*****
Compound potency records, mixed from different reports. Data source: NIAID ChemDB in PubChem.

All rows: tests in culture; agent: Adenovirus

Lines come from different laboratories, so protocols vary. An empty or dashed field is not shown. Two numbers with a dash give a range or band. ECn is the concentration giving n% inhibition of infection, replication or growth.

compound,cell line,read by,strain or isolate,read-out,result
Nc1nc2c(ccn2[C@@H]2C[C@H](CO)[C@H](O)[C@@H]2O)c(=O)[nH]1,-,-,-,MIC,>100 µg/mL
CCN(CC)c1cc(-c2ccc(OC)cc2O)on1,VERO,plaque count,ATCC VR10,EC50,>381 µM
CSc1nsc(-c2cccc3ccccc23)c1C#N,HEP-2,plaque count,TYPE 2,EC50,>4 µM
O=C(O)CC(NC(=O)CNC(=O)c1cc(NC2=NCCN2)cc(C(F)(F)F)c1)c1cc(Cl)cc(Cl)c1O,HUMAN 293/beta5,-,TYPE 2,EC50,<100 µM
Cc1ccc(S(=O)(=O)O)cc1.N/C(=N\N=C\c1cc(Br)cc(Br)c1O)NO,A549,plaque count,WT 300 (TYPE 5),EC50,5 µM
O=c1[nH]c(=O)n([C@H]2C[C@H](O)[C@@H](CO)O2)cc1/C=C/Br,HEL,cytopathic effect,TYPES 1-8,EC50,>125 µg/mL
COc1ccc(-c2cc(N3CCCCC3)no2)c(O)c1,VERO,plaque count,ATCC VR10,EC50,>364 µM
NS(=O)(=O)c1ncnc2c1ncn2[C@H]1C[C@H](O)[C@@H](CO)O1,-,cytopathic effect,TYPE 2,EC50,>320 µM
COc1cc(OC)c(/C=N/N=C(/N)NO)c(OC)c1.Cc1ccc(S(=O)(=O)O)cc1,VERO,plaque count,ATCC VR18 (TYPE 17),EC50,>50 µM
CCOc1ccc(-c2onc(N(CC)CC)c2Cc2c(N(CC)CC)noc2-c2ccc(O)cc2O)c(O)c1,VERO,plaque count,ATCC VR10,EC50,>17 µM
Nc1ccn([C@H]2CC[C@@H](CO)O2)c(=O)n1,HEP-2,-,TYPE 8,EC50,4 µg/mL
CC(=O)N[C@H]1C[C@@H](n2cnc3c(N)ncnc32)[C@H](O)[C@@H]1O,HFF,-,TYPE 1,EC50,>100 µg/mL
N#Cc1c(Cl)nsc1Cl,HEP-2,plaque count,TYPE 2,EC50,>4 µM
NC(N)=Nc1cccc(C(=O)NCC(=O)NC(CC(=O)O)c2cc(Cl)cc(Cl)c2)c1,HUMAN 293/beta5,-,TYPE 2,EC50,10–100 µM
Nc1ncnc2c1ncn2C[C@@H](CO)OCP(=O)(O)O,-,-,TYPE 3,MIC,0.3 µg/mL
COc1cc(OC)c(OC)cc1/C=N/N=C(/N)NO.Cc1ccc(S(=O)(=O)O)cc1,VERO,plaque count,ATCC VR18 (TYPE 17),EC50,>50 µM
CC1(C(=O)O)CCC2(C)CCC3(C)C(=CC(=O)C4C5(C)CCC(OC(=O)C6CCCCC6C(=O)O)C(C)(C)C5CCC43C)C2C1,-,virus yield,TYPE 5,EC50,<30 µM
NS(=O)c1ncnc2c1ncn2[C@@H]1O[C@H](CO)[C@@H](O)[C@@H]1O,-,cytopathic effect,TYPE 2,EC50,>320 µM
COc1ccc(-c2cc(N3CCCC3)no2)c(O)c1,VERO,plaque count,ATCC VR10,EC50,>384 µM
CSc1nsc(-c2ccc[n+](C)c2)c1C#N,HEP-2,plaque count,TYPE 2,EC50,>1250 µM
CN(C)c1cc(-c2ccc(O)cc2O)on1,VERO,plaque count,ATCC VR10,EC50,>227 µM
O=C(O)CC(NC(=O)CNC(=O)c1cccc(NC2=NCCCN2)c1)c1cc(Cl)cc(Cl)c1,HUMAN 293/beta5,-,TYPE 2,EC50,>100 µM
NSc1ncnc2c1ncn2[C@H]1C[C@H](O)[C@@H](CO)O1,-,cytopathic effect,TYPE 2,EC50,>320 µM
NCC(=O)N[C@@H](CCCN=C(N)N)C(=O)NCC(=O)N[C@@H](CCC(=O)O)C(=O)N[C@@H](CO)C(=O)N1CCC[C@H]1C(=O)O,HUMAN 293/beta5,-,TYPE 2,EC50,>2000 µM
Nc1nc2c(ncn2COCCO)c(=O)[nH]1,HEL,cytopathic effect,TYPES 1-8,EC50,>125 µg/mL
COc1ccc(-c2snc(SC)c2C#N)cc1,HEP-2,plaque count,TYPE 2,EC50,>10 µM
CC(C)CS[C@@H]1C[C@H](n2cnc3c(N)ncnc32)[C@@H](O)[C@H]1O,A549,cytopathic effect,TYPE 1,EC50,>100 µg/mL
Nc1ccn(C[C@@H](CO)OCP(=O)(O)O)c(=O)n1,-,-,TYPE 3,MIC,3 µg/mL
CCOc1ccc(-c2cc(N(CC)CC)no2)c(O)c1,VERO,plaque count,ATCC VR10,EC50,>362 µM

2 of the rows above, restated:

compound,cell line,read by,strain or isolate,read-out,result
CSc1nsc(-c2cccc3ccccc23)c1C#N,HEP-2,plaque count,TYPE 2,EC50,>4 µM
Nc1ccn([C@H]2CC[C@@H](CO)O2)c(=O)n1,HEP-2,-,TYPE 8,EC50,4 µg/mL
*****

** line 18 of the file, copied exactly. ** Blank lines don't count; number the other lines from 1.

NC(N)=Nc1cccc(C(=O)NCC(=O)NC(CC(=O)O)c2cc(Cl)cc(Cl)c2)c1,HUMAN 293/beta5,-,TYPE 2,EC50,10–100 µM